In Depth: Port of Rotterdam Partners Up with North Sea Wind Power Hub

The Port of Rotterdam has joined the North Sea Wind Power Hub Consortium which wants to construct one or more so-called ‘Power Link Islands’ in the central North Sea.

With the partnership, the port wants to speed up efforts to develop large-scale offshore wind energy capacity in the North Sea. This is necessary to make Rotterdam’s industry sustainable, according to Allard Castelein, CEO of the Port of Rotterdam.

If one word was buzzing around last year, it was energy transition. If we want to leave behind a sustainable world for our children, we have to step away from fossil energy resources. Everywhere, initiatives are popping up in the spirit of this transition. On a small scale, homeowners are installing solar panels on their roofs.

Others think big. So does the Port of Rotterdam, which recently announced that it is the latest partner in the consortium. The consortium wants to create an energy island complex in the middle of the North Sea as part of a European system for sustainable electricity.

The port’s recent experience in seaward land reclamation –the construction of Maasvlakte 2 — is said to be an important asset for the consortium.

“We are experienced in seaward land reclamation, and we are happy to contribute this expertise to the consortium. We really need to speed up efforts to develop large-scale offshore wind energy capacity, and ensure this capacity is effectively integrated into the relevant plans of the North Sea countries,” Castelein said.

Other members of the North Sea Wind Power Hub Consortium are TenneT TSO B.V. (Netherlands), Energinet (Denmark), TenneT TSO GmbH (Germany) and Gasunie (Netherlands).

Together, the companies form a partnership that studies and investigates the possible development of a large-scale, sustainable European energy supply system in the North Sea. The basic idea of the plan is the construction of one or more Power Link Islands in the central North Sea, possibly the Dogger Bank, with interconnections to the countries bordering the North Sea.

The artificial islands will be situated at a location that offers ideal wind conditions. It will be possible to connect a large number of offshore wind farms to a Power Link Island. The location facilitates the distribution and transmission of wind-generated electricity via direct-current connections to the North Sea countries – the Netherlands, Belgium, the United Kingdom, Norway, Germany, and Denmark.

For far-offshore wind farm sites, a coordinated international approach with an island-based solution will be 30 per cent more cost-effective than the ‘business-as-usual’ connection model with HVDC converter platforms on individual jackets. Also, the electricity transmission cables will not only transmit wind energy to the connected countries but will simultaneously serve as interconnectors between the energy markets of the North Sea countries, enabling them to trade electricity across their borders.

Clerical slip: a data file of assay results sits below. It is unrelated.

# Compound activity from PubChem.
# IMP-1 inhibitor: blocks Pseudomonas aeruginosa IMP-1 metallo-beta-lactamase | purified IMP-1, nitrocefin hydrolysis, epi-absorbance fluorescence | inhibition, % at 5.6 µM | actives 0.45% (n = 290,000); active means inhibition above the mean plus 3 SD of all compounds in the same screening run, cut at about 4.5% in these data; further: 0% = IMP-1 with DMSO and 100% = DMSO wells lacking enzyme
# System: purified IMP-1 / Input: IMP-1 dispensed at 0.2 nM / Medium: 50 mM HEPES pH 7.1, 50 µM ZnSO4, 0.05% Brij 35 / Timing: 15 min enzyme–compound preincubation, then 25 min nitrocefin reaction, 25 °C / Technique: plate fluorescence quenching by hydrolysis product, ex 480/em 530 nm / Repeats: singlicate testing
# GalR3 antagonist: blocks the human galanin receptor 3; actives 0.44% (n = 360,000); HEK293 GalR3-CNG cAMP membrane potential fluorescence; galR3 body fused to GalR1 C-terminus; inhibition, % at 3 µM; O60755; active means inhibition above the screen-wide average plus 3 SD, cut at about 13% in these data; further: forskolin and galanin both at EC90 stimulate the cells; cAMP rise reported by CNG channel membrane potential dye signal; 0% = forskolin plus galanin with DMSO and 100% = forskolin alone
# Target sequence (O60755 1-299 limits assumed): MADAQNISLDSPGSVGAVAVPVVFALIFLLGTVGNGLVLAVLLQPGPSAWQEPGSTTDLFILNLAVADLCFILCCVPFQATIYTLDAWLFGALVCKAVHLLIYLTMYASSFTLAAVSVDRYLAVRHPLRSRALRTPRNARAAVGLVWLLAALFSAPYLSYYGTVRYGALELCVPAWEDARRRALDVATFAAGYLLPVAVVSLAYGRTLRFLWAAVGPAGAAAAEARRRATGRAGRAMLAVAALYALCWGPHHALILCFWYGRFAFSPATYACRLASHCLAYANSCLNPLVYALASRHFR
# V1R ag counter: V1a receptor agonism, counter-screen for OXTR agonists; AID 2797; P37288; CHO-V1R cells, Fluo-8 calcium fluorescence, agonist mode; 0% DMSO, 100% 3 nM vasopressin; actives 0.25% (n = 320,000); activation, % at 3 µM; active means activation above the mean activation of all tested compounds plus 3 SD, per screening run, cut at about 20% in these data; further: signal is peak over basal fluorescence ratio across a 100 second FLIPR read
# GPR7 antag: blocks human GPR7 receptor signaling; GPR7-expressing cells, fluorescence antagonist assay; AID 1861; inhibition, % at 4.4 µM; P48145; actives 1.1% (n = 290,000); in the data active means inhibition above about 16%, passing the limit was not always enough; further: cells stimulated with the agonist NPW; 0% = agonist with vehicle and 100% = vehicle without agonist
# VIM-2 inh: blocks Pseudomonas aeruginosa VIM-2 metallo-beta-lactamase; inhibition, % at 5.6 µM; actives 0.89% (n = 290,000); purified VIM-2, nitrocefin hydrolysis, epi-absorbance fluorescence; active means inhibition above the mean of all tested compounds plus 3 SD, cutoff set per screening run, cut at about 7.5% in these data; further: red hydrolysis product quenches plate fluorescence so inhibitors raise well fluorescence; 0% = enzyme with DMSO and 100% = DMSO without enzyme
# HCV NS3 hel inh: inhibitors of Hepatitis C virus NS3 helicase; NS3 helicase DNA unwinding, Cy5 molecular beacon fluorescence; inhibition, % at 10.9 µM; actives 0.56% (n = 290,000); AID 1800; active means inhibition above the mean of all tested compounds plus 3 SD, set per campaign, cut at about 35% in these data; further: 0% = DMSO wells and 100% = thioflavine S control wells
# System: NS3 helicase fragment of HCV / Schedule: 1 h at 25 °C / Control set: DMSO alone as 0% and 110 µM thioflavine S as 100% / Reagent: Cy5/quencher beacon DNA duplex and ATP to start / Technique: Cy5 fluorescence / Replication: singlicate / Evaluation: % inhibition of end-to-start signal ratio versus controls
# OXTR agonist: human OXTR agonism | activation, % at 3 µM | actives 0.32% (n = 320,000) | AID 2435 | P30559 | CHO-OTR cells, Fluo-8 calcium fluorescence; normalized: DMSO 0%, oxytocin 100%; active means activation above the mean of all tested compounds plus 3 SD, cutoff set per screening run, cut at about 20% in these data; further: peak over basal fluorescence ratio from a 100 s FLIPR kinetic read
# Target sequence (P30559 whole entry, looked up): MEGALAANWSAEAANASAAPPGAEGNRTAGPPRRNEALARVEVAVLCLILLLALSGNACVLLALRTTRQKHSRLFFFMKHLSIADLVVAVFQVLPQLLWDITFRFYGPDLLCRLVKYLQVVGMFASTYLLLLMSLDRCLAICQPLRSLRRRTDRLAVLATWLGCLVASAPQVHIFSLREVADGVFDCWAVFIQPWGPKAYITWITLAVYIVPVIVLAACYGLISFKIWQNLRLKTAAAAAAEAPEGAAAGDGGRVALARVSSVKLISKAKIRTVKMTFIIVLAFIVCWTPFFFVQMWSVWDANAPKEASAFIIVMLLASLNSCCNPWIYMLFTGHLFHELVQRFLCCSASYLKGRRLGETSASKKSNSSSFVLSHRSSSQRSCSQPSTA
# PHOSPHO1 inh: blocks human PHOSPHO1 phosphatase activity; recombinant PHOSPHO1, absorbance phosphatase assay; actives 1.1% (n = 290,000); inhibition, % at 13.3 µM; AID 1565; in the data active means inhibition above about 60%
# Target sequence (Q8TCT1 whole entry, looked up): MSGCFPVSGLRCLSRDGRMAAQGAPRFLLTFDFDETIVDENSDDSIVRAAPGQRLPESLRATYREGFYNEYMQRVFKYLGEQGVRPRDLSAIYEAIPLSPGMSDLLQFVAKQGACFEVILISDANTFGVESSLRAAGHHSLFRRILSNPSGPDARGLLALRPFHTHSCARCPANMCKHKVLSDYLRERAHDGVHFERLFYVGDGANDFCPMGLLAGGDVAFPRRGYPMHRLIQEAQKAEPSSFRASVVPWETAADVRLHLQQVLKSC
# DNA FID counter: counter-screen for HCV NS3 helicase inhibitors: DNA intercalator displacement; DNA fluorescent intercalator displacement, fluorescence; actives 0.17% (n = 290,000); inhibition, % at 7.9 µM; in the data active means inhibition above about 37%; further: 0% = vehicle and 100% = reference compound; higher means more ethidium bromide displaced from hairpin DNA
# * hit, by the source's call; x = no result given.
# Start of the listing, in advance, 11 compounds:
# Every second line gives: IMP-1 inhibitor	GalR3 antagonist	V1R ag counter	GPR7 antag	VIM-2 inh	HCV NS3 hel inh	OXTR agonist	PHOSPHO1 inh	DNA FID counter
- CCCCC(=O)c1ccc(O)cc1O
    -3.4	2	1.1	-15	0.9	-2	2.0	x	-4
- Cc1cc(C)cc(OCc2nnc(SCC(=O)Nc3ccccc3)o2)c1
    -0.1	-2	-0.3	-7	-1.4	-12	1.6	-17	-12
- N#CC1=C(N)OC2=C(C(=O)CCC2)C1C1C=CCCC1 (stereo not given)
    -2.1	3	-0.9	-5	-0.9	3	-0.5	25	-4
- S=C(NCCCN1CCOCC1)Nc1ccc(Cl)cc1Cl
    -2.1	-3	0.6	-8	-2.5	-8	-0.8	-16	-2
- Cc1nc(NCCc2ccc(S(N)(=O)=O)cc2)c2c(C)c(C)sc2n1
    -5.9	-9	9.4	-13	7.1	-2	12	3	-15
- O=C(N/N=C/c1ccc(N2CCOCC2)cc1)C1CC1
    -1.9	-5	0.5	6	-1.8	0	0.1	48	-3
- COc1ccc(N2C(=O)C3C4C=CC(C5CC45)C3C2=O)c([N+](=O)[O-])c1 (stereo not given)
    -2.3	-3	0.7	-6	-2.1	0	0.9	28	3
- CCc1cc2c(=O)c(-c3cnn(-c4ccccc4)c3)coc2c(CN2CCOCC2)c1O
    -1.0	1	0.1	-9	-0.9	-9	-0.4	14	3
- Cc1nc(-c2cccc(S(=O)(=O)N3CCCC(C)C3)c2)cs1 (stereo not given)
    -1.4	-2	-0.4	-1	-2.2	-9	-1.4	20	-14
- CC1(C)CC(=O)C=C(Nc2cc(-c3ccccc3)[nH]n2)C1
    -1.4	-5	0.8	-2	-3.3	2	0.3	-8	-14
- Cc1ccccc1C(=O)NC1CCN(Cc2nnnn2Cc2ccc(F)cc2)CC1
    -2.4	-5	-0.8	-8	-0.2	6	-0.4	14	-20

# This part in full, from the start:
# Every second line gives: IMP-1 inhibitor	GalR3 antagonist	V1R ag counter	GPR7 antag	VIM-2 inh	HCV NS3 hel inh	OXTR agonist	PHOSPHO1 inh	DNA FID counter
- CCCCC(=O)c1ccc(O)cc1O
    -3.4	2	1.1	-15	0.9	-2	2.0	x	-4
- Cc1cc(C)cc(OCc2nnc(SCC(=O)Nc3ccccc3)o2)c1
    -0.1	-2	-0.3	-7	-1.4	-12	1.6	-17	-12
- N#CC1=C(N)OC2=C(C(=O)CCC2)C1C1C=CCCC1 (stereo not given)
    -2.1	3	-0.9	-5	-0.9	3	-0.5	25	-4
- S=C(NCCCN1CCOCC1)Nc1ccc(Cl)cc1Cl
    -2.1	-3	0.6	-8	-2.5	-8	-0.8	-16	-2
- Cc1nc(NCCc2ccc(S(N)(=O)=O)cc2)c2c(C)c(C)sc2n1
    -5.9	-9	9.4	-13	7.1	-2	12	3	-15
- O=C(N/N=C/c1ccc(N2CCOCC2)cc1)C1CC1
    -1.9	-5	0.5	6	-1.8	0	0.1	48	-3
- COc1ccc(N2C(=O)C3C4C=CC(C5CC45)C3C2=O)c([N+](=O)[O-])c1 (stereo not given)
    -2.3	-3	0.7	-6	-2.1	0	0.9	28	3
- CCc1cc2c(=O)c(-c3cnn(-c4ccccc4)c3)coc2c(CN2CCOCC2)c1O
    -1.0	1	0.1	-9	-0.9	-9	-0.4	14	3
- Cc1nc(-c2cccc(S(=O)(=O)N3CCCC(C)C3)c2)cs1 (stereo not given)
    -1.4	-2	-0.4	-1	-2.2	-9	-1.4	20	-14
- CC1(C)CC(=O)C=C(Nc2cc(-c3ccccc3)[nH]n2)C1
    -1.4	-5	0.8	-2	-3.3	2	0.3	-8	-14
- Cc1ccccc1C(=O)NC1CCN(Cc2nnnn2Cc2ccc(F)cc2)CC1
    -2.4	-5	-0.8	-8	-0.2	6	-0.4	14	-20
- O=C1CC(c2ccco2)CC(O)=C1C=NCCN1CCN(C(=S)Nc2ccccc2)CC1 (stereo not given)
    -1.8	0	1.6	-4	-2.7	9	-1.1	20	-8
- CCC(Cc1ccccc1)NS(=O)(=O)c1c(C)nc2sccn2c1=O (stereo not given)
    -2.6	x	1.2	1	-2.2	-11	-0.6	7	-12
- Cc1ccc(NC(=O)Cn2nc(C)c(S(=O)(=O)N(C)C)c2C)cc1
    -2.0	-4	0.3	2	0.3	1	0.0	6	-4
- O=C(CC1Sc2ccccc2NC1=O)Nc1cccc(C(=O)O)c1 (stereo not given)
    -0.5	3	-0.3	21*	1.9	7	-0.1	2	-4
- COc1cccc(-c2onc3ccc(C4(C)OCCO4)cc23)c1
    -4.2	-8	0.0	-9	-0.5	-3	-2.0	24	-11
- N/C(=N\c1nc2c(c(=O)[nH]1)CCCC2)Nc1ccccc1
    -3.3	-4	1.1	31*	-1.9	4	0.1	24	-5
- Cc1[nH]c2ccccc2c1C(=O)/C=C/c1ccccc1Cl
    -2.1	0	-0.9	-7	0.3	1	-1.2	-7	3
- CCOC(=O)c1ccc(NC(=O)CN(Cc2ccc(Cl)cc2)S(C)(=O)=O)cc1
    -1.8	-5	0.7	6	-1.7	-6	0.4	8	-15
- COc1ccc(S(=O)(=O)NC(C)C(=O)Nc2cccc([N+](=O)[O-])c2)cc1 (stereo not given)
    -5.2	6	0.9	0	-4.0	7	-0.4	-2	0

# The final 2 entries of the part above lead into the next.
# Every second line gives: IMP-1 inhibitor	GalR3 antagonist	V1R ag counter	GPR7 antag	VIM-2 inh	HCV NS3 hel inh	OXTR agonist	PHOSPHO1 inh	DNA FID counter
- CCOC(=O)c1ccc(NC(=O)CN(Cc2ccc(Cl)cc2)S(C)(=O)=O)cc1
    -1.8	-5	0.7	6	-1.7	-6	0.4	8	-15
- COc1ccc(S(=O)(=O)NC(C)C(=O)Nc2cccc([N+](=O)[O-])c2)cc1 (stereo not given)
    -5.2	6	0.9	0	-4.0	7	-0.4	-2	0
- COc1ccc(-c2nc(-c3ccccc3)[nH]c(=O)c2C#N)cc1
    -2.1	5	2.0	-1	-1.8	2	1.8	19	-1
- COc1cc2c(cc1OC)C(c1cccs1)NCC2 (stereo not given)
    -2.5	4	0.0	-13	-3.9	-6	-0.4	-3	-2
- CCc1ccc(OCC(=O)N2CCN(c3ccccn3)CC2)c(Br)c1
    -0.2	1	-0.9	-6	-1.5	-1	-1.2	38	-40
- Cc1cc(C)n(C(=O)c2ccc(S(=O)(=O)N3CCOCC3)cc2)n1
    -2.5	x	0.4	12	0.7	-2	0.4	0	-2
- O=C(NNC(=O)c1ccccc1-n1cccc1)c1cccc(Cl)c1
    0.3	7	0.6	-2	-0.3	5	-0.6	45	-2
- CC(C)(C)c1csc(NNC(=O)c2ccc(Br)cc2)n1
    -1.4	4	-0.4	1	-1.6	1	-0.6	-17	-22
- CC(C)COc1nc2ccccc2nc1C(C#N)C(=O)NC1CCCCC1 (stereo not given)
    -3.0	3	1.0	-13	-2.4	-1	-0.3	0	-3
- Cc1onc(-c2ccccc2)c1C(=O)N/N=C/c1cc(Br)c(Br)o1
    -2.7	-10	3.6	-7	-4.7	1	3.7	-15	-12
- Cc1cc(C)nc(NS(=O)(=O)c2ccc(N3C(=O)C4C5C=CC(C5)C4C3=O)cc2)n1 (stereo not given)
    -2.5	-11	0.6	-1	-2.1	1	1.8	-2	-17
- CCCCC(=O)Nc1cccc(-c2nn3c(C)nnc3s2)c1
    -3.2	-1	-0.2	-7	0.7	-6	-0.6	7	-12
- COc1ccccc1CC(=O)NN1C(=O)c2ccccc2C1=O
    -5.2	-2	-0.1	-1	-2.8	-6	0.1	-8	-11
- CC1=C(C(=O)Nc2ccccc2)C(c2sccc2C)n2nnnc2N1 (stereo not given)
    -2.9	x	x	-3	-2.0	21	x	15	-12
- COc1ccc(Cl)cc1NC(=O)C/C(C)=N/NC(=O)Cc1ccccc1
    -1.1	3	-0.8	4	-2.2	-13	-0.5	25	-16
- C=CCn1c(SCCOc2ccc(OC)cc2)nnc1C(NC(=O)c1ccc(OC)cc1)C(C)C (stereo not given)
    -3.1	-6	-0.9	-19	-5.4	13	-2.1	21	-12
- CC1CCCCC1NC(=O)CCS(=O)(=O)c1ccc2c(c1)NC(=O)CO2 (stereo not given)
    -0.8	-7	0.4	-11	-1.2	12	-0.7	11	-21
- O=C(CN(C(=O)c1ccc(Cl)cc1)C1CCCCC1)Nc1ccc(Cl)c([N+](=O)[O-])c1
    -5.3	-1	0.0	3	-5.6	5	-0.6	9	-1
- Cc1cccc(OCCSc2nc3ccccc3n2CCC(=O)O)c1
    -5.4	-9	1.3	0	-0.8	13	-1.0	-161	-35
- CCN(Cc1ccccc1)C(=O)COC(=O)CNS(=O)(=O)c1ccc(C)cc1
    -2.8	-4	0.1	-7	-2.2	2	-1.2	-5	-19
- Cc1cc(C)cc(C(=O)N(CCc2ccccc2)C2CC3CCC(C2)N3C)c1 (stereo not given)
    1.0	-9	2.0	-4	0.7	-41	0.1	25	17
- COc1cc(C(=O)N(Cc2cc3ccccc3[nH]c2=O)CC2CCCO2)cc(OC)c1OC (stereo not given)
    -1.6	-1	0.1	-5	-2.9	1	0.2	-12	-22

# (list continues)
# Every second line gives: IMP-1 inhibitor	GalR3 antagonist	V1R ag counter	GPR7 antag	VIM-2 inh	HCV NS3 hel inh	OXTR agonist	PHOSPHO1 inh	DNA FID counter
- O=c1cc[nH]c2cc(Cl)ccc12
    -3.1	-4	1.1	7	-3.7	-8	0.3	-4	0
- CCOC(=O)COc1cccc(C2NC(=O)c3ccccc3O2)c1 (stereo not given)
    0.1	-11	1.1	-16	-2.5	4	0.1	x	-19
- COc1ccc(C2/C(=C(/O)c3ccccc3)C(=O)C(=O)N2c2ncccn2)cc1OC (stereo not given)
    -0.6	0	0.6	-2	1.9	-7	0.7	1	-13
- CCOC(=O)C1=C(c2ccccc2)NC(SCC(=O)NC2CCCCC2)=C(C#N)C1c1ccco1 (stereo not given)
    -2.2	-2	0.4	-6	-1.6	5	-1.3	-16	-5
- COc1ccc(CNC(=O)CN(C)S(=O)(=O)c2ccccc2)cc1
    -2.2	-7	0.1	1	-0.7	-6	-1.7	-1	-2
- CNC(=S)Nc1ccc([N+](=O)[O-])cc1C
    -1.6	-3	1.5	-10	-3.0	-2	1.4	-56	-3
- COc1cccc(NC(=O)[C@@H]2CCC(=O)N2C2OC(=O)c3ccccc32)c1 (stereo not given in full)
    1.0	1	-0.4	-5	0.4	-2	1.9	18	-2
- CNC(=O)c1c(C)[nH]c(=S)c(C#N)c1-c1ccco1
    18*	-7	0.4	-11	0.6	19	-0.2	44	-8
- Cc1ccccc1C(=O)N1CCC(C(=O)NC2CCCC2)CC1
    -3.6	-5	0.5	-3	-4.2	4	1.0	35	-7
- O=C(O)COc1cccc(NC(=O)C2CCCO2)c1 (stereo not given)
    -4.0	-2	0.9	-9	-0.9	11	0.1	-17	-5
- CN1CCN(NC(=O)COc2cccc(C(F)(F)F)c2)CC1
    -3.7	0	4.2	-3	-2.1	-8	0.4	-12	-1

Not only wind energy benefits. On a Power Link Island, wind power can also be converted to sustainable hydrogen for large-scale transport to shore or for storage or buffering purposes. Hydrogen is currently produced from natural gas with CO2 as a by-product.

Combining the strengths of electricity and gas supply systems may also provide a boost to the use of hydrogen as a sustainable solution in numerous applications in industry, transportation, and the built environment.

Power-to-gas conversion is expected to play an important part in the further analyses of the North Sea Wind Power Hub system. It could enable wind-generated energy to be converted into a gaseous form close to its sources far offshore and then brought ashore possibly using the existing offshore gas infrastructure.

“Industry needs sustainable electricity and hydrogen if it is to meet the climate change targets of the Paris Agreement,” CEO Castelein added.

According to calculations commissioned by the Port of Rotterdam, enabling the sustainable operation of Rotterdam’s industry alone would require between 27 and 49 TWh of generation capacity. Volumes in that order of magnitude can only be achieved in a sustainable way by offshore wind energy. Assuming 4,000 operating hours per year for offshore wind turbines, 27 to 49 TWh would require between 7 and 12 GW of installed capacity, equivalent to roughly 1,000 10 MW wind turbines. Right now, the most powerful wind turbines have a capacity of 6 MW.

To date, 1 GW of wind power capacity has been installed in the Dutch sector of the North Sea. Taking into account the offshore wind farm zones currently designated and earmarked, by 2023 this capacity will have been expanded by 3.5 GW. In other words, current plans fall far short of the requirement of Rotterdam’s industry.

At the moment, the ideas are in an early phase. The four electricity and gas grid companies and the Port of Rotterdam will join forces for the purpose of continuing their studies into the development of a large-scale, sustainable European energy system in the North Sea.

The construction of the Power Link Island(s) will mean a boost in maritime activities in the Netherlands. Some estimate that it will create 30,000 jobs in the year 2030.


This article was previously published in Maritime Holland edition #7 – 2017.

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